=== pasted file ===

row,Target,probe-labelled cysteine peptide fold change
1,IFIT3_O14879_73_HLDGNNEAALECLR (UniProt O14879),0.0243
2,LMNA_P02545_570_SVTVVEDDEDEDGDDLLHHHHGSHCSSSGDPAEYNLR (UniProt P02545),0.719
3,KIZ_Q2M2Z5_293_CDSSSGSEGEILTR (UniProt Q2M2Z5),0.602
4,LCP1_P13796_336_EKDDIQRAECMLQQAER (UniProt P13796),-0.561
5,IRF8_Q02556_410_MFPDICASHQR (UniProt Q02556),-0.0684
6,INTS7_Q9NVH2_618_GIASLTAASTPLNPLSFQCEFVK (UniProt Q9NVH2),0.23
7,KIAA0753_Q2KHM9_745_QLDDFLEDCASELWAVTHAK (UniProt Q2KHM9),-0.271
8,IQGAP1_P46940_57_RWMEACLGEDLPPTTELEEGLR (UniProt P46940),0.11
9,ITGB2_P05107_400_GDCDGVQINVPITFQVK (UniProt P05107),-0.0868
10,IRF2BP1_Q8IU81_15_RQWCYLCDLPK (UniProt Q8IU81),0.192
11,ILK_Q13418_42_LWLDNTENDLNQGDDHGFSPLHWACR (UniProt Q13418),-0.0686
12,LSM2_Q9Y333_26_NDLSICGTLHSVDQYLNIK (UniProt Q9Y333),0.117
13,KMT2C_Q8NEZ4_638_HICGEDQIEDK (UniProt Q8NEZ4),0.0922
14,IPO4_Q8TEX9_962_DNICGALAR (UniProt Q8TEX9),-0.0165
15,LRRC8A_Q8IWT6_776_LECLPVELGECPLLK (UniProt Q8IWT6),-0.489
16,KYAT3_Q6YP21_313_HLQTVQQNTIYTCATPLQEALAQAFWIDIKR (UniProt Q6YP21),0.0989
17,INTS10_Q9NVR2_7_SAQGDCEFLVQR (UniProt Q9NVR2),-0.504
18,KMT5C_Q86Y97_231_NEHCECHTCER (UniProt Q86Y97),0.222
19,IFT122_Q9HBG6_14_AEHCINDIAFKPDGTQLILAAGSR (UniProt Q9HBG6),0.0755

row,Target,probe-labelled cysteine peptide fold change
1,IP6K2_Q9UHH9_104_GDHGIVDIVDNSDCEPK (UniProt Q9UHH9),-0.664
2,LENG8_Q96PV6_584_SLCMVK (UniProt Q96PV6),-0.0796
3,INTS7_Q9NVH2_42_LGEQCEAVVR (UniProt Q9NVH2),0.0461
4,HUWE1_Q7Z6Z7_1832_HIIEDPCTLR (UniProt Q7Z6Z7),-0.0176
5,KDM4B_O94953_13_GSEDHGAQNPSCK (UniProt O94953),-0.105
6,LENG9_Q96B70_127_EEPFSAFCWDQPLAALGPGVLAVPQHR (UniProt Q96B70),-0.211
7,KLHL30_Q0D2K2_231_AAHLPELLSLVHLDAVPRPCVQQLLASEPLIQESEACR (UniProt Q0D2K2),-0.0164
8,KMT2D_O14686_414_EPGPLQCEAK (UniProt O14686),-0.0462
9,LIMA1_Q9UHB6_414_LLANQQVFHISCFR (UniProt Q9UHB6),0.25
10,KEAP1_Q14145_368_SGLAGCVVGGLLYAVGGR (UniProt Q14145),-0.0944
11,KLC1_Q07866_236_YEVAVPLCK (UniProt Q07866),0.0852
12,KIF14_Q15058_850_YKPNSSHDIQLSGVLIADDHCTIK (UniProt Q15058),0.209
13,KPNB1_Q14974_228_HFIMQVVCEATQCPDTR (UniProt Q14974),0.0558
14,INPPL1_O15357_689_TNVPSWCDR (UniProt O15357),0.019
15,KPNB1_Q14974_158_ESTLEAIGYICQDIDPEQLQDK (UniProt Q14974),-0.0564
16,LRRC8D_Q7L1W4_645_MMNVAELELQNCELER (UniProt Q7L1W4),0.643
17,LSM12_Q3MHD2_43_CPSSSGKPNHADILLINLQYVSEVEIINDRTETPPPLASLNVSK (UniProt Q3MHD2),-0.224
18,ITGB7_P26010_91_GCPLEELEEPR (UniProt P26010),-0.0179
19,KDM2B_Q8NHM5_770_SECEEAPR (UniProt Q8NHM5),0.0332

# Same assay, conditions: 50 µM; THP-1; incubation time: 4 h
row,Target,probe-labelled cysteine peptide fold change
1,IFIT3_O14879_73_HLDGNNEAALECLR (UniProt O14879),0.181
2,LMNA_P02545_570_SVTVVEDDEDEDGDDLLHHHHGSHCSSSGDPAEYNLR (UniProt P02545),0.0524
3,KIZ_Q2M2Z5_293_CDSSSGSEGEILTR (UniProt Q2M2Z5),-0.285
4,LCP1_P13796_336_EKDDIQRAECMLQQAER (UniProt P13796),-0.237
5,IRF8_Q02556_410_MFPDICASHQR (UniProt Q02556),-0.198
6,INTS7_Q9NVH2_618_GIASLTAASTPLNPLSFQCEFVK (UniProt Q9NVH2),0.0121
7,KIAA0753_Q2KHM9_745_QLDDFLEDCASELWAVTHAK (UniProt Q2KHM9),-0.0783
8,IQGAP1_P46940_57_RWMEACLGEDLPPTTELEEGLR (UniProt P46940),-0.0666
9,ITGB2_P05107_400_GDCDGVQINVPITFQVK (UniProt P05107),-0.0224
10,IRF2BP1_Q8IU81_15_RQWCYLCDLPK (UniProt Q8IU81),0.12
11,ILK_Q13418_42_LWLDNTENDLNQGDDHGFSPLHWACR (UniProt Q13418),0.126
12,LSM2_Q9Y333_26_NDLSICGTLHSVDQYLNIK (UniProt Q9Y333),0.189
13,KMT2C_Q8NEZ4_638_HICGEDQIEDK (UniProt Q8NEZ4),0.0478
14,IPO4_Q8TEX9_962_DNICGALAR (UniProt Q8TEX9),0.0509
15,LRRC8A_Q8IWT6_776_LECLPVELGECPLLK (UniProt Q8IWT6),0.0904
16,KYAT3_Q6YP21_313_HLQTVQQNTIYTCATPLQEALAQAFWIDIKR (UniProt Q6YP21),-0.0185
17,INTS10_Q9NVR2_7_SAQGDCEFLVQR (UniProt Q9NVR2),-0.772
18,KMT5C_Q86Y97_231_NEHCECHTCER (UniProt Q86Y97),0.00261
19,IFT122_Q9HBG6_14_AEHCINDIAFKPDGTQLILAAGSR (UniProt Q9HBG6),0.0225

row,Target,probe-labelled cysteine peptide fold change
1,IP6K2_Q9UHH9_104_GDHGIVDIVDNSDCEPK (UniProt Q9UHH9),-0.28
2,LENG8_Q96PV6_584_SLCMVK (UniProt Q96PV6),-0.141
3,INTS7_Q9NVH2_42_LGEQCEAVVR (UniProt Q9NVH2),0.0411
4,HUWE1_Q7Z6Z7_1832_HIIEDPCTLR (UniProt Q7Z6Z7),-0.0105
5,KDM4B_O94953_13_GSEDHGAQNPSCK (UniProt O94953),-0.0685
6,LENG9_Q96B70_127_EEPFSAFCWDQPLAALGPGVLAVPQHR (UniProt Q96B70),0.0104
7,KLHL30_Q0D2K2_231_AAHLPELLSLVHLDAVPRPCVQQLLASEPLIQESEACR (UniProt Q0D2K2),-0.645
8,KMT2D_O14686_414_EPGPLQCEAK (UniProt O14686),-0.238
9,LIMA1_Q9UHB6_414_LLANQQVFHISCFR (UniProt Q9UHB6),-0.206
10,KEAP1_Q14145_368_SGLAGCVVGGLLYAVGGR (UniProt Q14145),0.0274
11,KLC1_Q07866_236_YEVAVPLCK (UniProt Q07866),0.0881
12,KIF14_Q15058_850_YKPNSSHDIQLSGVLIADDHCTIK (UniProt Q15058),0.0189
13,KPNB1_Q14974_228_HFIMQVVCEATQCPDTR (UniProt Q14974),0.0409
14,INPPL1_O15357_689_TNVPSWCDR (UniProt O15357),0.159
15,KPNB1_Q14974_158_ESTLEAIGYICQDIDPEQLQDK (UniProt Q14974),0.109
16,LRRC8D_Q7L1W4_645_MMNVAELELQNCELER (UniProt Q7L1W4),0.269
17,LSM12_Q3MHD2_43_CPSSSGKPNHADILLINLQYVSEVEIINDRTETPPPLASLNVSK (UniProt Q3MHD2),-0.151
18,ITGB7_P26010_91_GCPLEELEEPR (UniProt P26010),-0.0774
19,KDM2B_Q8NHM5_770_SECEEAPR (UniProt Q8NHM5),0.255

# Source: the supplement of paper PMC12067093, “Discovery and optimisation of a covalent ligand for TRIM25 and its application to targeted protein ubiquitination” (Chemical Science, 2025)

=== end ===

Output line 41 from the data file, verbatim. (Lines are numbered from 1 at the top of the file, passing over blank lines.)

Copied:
# Same assay, conditions: 50 µM; THP-1; incubation time: 4 h